add to sk*rt


chronicler said...

I knew you were a thinker. And you think about the most important things. I agree 100% with your words here and most places. If only the Coke commercial could work. I'd like to give the world a hug. We could all use a few more of them and a few more kind words.

s'mee said...

thanks. i'm still pretty grrrrr about all this and what i see everyday. i'll write more later.

ilovejazz said...

Hey, it's Conni. I love your blog. And I miss talking to you. The kids told me to come check it out, and they were right -- great writing.

s'mee said...

Conni!!!! Way! I am SO glad to hear from you! I'm not sure about the writing, I just get a knot in my hair and let off steam or ramble about places I go with "Thor". haha! Anywho do you have a blog??? That would be terrific (crossing fingers).

How the heck are you? Wassup with the cow doc? and...yikes I miss you! We went through Overton on the way to Conference a few weeks ago, man has it changed! We talked and talked all about you guys and tried to point out all the parents' homes, but couldn't quite remember it all...geeze can you tell I am missin' you? Waaah!

Seriously... OH MY HECK! I wish you were here, man could we talk it up over an In-N-Out! Up in the sidebar is my "s'mee mail" write me and we can talk or get numbers! I would love to hear what has been happening in your neck of the woods.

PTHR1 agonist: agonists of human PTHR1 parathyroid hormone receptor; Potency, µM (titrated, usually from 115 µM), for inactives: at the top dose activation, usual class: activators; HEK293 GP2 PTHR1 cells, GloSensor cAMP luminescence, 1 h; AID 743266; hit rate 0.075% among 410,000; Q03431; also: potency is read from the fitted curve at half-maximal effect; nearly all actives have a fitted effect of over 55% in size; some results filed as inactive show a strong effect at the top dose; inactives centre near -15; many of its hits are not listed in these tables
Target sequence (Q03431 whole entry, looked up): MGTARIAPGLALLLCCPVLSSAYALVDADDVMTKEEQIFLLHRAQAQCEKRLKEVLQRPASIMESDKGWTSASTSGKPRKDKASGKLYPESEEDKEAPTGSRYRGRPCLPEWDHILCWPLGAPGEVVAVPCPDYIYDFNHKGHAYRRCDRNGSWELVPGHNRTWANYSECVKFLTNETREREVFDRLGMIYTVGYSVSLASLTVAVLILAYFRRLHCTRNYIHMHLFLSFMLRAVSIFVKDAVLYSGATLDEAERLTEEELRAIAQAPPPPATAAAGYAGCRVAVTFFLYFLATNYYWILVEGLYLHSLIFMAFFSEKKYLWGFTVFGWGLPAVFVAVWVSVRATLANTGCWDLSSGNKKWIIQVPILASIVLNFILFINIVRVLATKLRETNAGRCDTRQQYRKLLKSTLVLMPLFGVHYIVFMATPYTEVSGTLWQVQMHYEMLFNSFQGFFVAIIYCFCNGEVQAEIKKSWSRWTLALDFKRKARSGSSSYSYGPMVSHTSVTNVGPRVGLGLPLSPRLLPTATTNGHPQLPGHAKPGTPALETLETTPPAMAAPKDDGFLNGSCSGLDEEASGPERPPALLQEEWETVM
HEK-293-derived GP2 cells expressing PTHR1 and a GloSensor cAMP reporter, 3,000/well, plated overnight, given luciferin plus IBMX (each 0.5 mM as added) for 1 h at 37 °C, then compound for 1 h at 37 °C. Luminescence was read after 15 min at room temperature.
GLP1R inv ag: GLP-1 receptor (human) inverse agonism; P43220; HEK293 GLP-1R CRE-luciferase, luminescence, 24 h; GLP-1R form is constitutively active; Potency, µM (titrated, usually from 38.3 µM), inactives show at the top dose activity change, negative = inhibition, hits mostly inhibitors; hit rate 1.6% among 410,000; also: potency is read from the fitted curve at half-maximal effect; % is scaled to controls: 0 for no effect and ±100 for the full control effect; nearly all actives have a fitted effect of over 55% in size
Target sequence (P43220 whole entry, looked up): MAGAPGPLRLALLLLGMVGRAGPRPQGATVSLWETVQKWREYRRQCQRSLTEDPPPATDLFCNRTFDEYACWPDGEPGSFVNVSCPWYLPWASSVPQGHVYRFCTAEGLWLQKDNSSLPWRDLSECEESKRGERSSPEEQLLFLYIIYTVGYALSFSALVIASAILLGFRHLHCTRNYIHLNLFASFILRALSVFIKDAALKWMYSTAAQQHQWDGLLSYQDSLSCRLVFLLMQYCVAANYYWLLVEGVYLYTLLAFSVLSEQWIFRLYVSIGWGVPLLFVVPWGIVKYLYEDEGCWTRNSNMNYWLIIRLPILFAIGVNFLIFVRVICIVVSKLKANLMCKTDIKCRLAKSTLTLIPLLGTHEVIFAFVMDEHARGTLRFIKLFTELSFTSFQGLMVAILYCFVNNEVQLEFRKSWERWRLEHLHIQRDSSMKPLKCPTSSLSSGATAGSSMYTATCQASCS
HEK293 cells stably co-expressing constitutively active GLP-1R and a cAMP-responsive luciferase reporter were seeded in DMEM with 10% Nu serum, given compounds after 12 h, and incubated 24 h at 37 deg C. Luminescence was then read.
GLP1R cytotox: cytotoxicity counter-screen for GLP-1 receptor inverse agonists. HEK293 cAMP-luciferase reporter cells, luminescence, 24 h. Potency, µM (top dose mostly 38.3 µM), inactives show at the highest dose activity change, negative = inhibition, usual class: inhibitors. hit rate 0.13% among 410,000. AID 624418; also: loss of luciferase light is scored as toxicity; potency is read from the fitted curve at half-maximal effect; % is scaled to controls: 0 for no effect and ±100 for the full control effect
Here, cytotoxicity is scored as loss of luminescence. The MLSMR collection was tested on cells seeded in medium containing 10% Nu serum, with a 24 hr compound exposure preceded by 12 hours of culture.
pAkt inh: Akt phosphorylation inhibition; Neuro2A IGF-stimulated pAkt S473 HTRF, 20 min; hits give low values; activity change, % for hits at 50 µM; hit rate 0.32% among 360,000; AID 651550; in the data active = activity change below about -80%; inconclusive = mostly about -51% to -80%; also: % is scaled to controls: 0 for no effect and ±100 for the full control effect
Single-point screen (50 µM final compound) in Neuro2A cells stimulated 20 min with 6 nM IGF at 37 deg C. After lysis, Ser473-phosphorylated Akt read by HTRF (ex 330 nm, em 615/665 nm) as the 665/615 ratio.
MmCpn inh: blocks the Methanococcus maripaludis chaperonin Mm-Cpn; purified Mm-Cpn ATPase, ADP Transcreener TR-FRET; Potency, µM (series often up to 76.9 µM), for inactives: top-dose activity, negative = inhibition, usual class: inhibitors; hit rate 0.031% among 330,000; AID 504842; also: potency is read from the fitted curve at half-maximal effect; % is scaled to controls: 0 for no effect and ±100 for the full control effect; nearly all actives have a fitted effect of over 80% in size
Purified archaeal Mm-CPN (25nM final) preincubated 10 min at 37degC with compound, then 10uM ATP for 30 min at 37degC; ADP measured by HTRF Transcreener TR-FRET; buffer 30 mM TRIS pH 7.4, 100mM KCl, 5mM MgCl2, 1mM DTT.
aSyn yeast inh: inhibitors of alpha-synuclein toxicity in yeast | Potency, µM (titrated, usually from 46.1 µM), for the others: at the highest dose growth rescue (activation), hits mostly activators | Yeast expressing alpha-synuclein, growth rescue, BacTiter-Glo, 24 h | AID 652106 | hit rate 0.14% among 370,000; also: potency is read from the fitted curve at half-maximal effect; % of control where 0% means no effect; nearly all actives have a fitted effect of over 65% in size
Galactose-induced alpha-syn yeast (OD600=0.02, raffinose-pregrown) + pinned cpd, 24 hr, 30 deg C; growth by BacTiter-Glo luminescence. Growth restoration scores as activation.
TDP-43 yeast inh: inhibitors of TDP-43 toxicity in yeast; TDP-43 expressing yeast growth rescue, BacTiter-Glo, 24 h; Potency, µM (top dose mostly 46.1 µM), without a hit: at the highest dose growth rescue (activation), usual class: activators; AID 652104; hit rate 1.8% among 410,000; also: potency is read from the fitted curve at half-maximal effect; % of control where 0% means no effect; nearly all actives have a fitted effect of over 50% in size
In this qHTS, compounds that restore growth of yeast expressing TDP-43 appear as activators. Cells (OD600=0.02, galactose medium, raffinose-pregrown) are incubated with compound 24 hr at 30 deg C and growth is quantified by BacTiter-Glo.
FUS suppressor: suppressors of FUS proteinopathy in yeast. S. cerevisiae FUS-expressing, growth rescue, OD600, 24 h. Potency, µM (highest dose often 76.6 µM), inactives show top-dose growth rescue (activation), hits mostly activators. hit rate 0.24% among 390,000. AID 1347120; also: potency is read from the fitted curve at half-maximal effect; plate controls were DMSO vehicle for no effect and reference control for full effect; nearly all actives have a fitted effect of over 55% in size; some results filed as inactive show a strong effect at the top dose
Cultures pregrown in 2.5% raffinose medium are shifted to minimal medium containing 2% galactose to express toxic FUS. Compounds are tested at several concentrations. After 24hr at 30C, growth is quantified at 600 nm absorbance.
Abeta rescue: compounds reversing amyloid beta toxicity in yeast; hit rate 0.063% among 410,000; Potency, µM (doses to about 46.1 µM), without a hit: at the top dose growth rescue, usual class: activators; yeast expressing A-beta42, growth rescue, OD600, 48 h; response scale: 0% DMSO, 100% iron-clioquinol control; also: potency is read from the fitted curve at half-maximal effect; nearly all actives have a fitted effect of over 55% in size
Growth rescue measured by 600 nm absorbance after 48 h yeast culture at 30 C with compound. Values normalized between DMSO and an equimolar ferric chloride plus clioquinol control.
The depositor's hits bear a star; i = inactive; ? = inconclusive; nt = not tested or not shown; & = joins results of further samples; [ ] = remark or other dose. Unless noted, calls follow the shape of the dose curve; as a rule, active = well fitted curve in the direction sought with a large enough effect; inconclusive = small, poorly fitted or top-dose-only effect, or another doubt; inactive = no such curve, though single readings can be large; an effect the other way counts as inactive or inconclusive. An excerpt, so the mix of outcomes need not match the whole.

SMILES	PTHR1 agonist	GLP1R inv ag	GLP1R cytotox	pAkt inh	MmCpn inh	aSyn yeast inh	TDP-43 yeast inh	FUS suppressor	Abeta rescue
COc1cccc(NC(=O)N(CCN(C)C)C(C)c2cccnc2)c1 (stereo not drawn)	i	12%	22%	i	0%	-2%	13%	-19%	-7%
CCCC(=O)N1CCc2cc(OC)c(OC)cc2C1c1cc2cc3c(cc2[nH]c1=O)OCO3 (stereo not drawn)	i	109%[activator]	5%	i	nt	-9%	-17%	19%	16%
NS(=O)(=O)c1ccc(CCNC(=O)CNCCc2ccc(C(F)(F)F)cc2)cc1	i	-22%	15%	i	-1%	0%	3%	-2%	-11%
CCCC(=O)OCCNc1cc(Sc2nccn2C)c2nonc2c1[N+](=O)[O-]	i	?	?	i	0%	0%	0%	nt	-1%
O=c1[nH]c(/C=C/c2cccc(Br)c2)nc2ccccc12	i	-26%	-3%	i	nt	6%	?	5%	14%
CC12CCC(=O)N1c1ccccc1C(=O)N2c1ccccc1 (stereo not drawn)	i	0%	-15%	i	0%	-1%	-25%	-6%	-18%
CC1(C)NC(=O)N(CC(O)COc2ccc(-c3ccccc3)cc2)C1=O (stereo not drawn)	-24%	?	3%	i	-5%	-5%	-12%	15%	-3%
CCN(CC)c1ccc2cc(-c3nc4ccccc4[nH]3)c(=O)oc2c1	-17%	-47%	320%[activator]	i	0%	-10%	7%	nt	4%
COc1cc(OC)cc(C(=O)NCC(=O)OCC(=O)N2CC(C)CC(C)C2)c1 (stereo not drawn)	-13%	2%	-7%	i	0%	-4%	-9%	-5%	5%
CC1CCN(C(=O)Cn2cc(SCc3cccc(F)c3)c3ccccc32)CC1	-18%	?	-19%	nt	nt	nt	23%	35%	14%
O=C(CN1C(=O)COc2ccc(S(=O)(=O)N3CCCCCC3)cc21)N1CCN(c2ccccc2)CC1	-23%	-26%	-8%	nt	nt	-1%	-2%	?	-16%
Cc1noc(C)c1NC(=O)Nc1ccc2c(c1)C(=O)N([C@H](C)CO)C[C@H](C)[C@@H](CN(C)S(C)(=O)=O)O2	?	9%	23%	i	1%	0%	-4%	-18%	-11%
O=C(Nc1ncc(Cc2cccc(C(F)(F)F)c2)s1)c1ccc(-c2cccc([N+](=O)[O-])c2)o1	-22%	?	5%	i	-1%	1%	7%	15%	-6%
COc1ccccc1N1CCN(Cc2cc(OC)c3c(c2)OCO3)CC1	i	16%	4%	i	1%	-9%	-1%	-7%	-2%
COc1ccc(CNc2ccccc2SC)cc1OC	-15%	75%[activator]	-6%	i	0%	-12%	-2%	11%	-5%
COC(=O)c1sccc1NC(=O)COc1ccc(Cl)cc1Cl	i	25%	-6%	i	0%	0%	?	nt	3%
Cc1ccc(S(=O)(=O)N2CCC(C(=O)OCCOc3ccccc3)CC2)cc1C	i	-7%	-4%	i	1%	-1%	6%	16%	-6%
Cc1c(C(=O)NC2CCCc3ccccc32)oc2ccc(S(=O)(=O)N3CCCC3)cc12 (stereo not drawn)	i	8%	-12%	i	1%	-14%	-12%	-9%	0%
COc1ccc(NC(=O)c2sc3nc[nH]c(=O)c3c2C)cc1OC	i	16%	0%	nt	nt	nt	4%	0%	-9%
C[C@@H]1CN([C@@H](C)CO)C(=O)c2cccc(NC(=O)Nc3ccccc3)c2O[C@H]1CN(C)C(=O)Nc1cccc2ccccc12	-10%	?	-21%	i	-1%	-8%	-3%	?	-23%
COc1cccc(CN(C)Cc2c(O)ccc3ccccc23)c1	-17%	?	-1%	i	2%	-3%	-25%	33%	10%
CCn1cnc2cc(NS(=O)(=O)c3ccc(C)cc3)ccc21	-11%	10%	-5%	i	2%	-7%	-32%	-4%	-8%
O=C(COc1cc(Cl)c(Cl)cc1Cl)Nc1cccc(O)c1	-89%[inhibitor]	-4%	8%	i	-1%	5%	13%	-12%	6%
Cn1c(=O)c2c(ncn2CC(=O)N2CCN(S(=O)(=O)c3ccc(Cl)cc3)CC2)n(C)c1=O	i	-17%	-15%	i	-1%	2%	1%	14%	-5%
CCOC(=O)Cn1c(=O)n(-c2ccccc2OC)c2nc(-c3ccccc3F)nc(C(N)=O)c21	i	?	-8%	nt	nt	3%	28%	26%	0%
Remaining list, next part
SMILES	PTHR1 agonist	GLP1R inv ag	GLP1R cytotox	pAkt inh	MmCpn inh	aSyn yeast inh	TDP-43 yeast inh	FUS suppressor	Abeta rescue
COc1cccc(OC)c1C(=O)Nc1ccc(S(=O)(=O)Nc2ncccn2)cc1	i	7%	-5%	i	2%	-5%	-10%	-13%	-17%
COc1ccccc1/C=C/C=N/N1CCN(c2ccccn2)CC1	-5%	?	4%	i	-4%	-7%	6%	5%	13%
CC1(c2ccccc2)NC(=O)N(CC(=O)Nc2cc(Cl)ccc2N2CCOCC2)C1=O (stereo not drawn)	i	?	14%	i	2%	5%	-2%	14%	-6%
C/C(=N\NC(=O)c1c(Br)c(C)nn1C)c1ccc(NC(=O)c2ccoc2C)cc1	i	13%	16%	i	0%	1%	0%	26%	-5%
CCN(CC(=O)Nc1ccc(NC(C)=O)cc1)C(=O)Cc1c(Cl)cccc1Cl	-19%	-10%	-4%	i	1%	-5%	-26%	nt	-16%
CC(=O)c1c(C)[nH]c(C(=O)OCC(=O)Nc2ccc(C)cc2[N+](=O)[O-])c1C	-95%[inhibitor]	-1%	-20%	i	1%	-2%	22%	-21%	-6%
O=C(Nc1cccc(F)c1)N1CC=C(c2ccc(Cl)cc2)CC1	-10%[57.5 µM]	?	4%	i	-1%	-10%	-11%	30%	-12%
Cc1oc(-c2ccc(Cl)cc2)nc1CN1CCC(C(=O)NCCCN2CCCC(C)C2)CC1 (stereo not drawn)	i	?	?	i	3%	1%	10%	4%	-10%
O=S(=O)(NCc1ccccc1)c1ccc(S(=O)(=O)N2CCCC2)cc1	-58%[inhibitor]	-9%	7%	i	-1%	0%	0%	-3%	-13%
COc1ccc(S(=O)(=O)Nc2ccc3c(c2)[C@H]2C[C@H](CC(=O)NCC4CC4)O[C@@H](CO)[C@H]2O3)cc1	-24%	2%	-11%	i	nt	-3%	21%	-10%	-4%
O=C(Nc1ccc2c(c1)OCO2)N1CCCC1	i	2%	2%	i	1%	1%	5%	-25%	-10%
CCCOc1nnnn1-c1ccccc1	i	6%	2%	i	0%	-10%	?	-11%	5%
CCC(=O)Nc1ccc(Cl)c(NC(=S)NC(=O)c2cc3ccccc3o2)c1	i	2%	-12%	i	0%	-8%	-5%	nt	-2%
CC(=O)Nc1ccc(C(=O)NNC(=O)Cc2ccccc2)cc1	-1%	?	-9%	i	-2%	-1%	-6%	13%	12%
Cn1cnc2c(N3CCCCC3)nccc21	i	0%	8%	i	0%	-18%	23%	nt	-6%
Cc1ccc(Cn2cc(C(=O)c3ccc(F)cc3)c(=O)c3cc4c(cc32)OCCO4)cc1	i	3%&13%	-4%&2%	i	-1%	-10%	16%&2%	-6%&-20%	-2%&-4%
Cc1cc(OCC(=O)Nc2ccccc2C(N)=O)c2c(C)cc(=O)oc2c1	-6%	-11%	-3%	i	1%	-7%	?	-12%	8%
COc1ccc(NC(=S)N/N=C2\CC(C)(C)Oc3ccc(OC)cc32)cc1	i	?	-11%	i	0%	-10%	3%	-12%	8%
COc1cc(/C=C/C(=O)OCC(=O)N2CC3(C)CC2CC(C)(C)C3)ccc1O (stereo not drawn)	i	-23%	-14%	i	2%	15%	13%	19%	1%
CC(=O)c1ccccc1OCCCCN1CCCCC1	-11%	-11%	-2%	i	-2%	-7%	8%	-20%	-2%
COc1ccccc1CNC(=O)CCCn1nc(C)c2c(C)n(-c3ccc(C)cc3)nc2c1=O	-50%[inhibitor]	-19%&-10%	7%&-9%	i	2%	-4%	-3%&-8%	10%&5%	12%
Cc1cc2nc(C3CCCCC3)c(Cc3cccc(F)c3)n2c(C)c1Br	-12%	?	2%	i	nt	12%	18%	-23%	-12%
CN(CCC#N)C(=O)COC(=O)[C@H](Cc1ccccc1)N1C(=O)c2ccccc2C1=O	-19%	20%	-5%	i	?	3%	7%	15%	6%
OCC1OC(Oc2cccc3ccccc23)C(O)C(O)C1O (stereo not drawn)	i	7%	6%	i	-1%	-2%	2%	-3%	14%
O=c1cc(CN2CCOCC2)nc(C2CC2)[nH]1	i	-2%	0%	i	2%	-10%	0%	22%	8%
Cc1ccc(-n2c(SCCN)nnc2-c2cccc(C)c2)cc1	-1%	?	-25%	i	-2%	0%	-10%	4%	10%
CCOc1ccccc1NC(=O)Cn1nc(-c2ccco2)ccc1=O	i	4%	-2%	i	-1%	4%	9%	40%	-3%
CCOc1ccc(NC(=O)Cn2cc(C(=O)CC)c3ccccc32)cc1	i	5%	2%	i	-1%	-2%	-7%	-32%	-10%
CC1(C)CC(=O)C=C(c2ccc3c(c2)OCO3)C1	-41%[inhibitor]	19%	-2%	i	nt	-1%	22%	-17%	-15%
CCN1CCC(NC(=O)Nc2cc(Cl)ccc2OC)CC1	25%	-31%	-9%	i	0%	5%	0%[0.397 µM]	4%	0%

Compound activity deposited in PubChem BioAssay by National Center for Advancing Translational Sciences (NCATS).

ilovejazz said...

Couldn't see your email for some reason. Maybe I'm not looking in the right place. I'll get my #1 son to give it to me, and then we'll talk.

Kim Carney said...

I have seen this happen over and over ... with many friends and friends of friends. always sad and frustrating to hear about. My best friend is still living her hell after the husband left her for someone else and only addresses her with words that begin with F and B. And I think, he needs to GROW UP. ;0

s'mee said..., well it goes like this: I am technologically dull and when I made the switch to "new" blogger (ICK!) it dropped my "s'mee mail" link, which I did not notice until you pointed that out. (no wonder I haven't gto the mail I used too!) ahemm, So my lovely sis is putting up for me later today or tamale. Thanks.

Kim, This makes me so sad. My dear mother walzed many men in and out of our little lives. Each new "dad" was prince charming in the beginning and Satan at the end. And yup, it was indeed hell for all involved. Parents do need to grow up and decide that the people them bring into these relationships deserve peace and safety.

Good luck to your friend. sigh.